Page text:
The aim is laudable: to promote and celebrate the many accomplishments of Middle Eastern women via a “peacebuilding exhibition”. The location, though, is absolutely spectacular: 31 of the region’s premier contemporary women artists displaying their work in one of London’s most famous churches, St Martin-in-the-Fields, right on Trafalgar Square. Emirati artist Maitha Demithan can’t quite believe one of her pieces takes pride of place in the foyer. “I feel honoured I’ve been chosen,” she says. “It gives my work further opportunities to evoke thought and discussion abroad.”
Which is absolutely the point of I AM, an exhibition from intercultural and inter-religious arts NGO Caravan which also wants to “challenge stereotypes and misconceptions about Middle Eastern women” as they deal with social, cultural and religious issues. Can art really change attitudes? Demithan certainly hopes so.
“Art definitely has the capacity to engage, to say something, to challenge and move the viewer to new states of contemplation. It’s a subtle medium for conversation within ourselves and between artists and their audiences.”
So what os the conversation Demithan wants to have with her striking digital piece, entitled Mother? In the image, a woman holds her camera and her two children – it turns out the woman is Demithan herself, the children her two boys.
Emirati artists should be constantly reading about art and visiting museums: there still needs to be more focus on education as this is what will encourage further growth
“The labour in motherhood, the labour in making art,” she considers. “Since I’ve become a mother, I’ve found it extremely hard to make time, or spend time creatively. It made me feel helpless, and doubt myself as a mother – because sometimes I yearn to work on my art. It was a courageous step for me to create Motherbecause it is showing the world a vulnerable side of me which I am new to. But it’s a message to prove that I am both a mother and an artist.”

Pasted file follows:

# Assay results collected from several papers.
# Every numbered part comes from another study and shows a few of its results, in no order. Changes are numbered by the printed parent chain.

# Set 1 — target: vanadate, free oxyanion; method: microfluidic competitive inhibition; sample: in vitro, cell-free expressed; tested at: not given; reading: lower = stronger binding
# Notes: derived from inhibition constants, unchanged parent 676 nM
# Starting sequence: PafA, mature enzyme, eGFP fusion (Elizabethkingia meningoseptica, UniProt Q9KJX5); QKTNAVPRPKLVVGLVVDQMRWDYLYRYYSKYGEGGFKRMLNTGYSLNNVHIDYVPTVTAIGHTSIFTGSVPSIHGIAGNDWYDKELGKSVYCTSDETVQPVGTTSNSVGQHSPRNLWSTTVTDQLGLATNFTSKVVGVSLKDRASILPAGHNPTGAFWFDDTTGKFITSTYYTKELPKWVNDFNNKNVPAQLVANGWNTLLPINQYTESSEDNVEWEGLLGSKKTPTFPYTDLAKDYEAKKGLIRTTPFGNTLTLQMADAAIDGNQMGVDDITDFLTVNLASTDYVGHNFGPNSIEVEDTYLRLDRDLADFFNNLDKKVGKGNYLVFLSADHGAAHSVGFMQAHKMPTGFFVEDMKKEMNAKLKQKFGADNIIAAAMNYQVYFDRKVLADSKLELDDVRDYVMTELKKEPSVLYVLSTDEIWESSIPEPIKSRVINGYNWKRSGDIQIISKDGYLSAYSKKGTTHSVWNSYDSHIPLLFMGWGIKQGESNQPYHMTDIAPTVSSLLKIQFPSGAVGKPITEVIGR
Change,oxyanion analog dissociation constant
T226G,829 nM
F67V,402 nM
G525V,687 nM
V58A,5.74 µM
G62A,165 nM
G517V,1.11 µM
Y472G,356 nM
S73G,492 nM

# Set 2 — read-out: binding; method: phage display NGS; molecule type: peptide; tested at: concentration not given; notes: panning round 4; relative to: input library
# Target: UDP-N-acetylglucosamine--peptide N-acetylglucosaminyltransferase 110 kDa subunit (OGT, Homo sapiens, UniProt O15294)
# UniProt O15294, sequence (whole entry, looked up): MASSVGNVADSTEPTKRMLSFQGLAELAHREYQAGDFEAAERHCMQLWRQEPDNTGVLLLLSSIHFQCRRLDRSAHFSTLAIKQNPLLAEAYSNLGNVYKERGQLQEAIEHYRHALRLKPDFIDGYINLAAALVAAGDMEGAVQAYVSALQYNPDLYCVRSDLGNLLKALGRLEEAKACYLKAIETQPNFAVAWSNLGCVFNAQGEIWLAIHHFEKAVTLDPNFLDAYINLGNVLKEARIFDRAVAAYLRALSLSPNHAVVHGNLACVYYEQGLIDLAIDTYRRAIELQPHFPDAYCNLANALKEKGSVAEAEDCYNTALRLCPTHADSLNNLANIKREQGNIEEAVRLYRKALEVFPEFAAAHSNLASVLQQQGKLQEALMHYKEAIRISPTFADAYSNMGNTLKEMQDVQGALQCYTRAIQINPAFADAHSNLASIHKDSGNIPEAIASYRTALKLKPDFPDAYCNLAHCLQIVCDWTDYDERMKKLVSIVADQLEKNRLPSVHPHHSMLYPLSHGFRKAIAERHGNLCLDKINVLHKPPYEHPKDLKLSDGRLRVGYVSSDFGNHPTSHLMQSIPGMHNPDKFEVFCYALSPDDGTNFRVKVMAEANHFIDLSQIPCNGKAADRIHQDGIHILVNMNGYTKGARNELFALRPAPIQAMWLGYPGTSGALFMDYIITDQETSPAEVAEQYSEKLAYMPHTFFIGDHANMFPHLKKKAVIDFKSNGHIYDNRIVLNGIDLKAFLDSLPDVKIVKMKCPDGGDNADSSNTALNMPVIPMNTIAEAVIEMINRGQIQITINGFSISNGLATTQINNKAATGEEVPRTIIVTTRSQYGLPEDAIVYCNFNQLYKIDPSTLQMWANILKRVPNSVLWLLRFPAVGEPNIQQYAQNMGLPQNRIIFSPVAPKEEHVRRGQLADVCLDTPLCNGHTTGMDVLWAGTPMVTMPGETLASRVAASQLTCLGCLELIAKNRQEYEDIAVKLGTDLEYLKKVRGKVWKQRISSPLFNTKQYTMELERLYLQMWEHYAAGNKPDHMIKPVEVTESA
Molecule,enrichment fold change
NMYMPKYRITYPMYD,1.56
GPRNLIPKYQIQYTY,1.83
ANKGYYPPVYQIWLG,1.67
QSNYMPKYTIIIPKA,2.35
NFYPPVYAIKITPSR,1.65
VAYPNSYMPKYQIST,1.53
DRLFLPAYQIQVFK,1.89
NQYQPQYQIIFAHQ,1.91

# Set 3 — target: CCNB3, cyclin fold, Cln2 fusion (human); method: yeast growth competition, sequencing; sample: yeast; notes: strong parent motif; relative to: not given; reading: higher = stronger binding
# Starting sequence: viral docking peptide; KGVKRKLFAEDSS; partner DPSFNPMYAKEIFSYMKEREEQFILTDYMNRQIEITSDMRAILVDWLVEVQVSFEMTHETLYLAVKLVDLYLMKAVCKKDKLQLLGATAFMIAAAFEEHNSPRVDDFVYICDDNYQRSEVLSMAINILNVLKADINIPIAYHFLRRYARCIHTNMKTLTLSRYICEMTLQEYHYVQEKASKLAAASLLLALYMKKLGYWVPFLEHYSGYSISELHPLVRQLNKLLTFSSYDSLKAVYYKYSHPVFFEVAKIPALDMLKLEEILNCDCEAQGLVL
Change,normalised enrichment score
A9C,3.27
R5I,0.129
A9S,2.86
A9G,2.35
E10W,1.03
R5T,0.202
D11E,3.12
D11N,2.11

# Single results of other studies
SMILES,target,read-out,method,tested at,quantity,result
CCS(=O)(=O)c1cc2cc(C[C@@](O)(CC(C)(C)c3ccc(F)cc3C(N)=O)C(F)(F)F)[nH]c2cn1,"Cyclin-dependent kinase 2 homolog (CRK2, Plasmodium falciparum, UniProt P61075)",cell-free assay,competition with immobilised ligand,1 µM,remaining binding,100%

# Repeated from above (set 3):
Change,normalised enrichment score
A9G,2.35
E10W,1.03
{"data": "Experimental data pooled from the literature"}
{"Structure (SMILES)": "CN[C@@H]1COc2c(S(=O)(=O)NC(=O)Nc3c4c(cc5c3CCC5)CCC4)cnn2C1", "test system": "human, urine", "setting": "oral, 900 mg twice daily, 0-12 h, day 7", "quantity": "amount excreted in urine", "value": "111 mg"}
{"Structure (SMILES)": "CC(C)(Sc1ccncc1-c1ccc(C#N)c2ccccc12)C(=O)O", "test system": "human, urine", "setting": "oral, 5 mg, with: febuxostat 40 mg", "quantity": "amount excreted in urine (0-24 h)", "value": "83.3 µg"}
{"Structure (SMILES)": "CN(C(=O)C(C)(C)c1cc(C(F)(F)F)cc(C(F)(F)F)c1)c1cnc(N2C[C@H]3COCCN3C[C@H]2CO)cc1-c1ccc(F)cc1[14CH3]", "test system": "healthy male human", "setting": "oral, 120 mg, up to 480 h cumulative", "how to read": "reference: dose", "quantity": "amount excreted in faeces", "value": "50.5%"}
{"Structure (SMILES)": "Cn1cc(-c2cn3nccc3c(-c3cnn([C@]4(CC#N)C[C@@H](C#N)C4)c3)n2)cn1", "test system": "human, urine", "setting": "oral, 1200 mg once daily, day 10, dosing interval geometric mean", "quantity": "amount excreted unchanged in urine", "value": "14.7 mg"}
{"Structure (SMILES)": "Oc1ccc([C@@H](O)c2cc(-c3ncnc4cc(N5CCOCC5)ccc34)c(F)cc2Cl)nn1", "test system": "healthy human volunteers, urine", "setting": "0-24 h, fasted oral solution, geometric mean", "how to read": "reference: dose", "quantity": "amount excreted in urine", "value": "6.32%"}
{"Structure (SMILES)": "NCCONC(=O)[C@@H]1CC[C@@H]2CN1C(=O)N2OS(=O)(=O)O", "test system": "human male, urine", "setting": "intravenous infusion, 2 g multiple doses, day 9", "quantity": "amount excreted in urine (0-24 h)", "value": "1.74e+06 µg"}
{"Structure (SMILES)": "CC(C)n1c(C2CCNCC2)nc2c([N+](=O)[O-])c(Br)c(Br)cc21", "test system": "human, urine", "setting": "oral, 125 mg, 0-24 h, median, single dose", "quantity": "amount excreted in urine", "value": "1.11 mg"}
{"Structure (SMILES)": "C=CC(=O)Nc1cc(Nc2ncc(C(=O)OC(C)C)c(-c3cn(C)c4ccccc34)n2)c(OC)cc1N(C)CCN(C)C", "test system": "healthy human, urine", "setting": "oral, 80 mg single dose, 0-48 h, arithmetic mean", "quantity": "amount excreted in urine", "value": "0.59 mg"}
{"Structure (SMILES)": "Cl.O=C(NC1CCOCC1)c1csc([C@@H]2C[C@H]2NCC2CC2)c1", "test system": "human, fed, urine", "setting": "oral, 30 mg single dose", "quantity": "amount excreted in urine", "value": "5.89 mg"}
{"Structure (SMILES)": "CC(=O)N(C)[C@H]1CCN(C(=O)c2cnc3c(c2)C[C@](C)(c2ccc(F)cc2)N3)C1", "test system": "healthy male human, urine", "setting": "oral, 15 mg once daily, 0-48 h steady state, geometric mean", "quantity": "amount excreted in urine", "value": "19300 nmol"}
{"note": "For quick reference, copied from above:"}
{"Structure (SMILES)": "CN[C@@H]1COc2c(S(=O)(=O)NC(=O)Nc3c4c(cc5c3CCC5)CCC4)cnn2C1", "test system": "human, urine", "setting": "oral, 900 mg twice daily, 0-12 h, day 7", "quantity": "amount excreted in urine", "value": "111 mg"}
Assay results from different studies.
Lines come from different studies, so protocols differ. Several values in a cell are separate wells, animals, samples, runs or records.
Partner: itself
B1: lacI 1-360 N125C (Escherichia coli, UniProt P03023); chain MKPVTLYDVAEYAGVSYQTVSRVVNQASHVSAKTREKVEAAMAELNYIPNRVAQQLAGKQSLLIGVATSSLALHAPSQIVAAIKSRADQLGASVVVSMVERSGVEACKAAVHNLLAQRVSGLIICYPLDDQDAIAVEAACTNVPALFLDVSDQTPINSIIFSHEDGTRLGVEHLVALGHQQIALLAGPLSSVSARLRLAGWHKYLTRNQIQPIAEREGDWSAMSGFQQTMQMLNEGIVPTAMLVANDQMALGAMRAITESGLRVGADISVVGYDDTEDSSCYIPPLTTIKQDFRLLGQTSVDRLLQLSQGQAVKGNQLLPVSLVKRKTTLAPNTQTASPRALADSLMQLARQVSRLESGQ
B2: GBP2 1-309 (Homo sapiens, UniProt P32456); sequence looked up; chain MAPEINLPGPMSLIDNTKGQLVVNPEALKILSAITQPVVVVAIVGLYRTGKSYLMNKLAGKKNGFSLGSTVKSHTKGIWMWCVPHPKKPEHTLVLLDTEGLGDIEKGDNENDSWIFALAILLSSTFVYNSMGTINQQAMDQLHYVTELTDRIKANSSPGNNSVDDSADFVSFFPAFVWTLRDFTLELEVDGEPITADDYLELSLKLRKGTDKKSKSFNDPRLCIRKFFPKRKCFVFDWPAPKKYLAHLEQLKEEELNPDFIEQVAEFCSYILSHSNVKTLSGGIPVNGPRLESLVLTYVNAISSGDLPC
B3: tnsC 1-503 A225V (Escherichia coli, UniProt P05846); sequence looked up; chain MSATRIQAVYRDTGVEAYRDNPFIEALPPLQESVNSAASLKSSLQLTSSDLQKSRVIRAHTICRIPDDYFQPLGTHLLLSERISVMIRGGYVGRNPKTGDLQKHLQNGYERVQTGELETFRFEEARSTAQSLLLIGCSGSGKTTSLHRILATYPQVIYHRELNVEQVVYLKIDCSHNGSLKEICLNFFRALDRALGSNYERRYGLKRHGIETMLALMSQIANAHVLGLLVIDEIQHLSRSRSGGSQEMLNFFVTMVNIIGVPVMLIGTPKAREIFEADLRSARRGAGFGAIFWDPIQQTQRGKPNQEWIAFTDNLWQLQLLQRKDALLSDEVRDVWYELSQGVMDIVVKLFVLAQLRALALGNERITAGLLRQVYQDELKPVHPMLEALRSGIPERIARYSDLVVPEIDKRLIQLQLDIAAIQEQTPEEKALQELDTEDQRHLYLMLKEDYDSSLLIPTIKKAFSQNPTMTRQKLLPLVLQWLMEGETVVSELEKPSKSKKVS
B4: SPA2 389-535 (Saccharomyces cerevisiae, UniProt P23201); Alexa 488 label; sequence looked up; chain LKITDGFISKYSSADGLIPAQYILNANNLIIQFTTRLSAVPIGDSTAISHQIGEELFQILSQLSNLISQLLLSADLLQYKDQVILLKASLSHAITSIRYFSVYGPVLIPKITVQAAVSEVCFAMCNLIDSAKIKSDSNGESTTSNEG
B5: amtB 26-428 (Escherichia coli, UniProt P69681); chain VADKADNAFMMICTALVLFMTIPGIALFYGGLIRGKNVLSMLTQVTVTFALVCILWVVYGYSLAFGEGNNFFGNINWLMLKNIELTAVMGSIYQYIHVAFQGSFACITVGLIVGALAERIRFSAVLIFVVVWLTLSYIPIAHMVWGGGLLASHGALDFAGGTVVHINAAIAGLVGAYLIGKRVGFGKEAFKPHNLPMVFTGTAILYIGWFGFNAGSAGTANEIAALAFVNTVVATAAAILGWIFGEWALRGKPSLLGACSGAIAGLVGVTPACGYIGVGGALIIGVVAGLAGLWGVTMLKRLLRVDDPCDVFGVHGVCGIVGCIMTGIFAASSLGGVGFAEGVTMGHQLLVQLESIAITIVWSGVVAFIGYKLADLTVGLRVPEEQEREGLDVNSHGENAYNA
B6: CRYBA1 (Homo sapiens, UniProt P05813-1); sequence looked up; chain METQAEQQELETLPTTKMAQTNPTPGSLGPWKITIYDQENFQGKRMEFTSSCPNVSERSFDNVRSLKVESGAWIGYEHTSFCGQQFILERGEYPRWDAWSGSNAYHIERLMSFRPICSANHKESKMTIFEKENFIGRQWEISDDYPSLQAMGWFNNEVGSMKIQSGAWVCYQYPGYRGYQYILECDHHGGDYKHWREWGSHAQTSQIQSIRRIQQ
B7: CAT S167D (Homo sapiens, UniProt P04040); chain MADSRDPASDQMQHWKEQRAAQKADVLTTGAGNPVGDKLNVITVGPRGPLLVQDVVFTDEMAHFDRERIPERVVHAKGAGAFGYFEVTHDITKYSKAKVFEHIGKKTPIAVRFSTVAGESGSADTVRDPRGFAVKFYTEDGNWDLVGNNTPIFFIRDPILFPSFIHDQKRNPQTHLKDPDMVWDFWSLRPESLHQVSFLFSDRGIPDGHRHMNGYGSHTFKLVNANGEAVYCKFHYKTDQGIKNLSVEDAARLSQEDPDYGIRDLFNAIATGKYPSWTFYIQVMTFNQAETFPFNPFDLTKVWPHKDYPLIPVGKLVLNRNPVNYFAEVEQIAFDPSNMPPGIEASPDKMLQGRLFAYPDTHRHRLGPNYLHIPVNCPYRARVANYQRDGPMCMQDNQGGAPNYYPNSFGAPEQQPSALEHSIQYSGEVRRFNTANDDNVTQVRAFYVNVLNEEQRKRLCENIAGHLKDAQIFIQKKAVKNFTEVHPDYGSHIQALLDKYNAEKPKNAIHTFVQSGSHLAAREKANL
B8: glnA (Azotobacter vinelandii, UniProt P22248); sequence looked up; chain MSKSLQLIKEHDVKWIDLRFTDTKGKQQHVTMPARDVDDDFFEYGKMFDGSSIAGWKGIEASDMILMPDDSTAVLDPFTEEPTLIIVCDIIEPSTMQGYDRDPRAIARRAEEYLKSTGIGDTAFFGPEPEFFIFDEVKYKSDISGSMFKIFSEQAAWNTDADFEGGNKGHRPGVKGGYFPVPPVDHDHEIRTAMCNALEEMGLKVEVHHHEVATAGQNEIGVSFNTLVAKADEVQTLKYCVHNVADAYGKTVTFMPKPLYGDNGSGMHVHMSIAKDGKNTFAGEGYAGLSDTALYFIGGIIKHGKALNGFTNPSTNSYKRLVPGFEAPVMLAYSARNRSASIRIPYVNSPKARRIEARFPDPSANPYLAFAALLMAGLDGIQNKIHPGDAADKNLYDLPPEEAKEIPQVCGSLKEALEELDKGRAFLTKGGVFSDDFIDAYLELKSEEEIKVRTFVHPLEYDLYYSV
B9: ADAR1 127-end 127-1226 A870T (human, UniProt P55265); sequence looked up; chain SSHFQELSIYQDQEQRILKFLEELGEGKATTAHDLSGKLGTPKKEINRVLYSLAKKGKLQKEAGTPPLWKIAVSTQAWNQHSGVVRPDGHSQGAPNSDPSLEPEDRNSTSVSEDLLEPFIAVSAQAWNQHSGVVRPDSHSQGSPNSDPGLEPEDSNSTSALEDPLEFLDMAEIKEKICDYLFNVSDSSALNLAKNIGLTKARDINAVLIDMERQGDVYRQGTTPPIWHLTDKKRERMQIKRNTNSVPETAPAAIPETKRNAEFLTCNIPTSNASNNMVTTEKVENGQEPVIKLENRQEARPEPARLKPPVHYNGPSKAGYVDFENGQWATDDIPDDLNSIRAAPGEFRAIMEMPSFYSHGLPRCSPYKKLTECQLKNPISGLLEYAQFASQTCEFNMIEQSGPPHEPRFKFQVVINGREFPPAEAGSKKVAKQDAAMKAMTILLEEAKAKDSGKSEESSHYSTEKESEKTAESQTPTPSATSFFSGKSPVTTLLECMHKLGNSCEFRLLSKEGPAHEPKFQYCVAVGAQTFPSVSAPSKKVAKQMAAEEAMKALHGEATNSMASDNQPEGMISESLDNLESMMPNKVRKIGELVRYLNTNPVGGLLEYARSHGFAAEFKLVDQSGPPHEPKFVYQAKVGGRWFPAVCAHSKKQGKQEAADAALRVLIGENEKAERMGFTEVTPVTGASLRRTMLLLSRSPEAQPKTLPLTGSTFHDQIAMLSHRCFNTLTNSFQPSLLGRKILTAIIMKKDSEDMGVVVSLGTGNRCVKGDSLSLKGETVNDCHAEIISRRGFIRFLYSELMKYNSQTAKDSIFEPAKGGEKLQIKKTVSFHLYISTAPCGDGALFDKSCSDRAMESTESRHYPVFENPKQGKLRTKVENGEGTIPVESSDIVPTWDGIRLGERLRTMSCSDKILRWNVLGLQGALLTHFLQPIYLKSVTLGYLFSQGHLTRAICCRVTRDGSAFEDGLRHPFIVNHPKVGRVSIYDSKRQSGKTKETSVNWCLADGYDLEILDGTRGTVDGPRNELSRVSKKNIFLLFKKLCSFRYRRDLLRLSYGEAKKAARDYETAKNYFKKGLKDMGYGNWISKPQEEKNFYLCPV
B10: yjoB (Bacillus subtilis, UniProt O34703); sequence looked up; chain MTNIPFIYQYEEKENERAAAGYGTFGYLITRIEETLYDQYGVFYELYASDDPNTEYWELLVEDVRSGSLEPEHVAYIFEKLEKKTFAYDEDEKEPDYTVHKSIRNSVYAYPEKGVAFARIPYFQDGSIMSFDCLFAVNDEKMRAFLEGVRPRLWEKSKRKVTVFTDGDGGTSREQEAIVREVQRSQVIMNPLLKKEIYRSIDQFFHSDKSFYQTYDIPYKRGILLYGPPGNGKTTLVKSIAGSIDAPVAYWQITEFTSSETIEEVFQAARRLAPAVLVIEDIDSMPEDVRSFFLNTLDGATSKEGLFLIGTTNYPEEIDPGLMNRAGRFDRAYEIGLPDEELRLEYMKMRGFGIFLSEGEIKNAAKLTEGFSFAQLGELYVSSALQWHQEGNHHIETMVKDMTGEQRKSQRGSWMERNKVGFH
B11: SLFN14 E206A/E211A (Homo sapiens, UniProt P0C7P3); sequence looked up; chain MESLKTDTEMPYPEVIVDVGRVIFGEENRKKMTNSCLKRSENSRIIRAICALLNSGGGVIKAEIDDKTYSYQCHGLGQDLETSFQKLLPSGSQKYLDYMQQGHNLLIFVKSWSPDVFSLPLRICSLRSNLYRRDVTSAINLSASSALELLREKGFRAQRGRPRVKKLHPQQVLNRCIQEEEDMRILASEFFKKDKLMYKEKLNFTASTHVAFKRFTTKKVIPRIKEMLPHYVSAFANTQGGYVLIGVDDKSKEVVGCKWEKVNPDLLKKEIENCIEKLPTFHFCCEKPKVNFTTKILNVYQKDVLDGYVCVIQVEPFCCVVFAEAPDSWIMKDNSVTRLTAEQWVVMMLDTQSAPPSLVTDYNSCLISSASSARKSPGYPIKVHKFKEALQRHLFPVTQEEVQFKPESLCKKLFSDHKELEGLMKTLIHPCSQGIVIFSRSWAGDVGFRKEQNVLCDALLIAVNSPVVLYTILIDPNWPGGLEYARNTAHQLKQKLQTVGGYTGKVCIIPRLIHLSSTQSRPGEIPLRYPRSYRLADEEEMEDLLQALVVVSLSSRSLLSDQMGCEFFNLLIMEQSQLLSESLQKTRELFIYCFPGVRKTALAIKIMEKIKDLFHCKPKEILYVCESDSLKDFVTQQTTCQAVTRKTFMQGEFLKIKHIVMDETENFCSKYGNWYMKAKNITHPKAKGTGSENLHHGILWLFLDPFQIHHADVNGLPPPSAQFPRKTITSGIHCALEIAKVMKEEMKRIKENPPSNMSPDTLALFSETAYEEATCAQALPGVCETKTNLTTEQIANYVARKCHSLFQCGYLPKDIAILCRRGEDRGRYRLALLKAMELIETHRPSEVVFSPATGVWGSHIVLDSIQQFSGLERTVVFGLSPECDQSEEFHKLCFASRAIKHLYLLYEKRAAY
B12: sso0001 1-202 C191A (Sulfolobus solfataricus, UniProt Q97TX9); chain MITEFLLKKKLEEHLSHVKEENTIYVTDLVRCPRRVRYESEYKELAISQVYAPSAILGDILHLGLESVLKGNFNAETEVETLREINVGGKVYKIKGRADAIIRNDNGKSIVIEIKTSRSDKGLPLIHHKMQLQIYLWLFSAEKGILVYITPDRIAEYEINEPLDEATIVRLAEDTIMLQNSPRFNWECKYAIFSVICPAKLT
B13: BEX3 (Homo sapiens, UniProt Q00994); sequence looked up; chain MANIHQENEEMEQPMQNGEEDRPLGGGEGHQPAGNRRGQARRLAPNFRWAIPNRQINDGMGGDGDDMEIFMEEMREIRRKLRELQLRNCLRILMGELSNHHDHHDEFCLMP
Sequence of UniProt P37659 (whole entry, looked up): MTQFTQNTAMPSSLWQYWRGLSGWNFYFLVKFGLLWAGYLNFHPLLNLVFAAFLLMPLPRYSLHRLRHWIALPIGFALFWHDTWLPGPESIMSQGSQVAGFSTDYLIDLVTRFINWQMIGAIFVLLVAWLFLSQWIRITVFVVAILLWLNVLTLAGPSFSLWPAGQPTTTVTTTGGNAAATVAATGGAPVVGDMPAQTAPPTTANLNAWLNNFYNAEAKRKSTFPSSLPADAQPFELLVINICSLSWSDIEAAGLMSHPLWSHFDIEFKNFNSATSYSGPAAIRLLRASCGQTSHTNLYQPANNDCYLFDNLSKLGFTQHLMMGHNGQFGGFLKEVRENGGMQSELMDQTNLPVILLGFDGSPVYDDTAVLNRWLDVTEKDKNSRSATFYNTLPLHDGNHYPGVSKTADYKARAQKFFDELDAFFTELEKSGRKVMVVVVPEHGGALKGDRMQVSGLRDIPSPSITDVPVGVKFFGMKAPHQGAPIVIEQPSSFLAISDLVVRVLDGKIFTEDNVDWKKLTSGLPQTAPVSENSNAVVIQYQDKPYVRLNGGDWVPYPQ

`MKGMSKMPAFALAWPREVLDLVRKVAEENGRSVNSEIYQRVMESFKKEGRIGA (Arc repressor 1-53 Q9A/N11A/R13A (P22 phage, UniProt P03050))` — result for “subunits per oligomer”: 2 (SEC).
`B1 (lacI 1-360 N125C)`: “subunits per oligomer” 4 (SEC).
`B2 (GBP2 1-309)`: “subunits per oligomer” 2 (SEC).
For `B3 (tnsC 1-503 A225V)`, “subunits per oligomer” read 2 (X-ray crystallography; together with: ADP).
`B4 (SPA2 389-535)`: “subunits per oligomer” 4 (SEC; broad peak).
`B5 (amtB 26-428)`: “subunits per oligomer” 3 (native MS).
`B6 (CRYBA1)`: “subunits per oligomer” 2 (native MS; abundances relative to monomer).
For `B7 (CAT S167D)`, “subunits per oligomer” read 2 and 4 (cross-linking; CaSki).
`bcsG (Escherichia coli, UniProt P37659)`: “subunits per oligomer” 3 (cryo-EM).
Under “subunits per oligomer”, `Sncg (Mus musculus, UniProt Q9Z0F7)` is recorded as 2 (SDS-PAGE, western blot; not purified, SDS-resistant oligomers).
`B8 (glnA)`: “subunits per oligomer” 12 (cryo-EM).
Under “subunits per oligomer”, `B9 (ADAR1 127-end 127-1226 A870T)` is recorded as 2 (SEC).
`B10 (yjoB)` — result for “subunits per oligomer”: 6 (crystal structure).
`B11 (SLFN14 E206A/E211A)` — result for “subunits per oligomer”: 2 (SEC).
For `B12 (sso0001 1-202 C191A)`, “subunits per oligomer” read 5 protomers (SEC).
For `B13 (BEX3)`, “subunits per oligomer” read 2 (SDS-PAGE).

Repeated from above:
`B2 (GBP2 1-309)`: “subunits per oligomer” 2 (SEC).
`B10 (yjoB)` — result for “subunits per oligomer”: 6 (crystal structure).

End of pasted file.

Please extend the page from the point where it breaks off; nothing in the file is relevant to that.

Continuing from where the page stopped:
Demithan’s work is certainly labour intensive. She employs a technique called scanography, where she uses a scanner to collate and collage parts of human figures and, later, reconstruct the entire image digitally. For her, it is more interesting than a straight photograph because it is “a record of a conversation… what does each image say, how does it say it, how does it connect to the other? I love the process because of its open ended nature – you can never predict the outcome. There’s a playfulness, a sense of adventure – which in the end offers an emotive quality to the final image.”
It is apt that Demithan should be showing Mother at her most high-profile international exhibition to date: she started her investigations into scanography in Dubai a decade ago with a self-portrait, too. Moving on to “family members and people she knows and has a connection with”, her work has been shown at Tashkeeland XVA in Dubai as well as in Brisbane, Venice and Berlin.
All the while she’s been at the beating heart of Dubai’s rapidly growing art scene – and she is still in her twenties. “Everywhere I look in Dubai, there are people trying to help artists from all genres and the reach is expanding beyond the UAE,” she says.
And that goes for Emirati artists, too.
“Work created in the Emirates at the moment is certainly progressing, but compared to international art it needs to be stronger, both conceptually and technically – and I include myself in that. Emirati artists should be constantly reading about art and visiting museums: there still needs to be more focus on education as this is what will encourage further growth.
“Still, I feel that I am amidst a renaissance, and I am so glad that I am a part of it.”
I AM is at St-Martin-In-The-Fields, London, until August 20. It transfers to American University Museum at the Katzen Arts Center, Washington DC on September 8 and tours the United States in 2018.
In Dubai, Maitha Demithan’s work is currently on display at the Women’s Museum, La Serre restaurant, and Manzil Downtown hotel.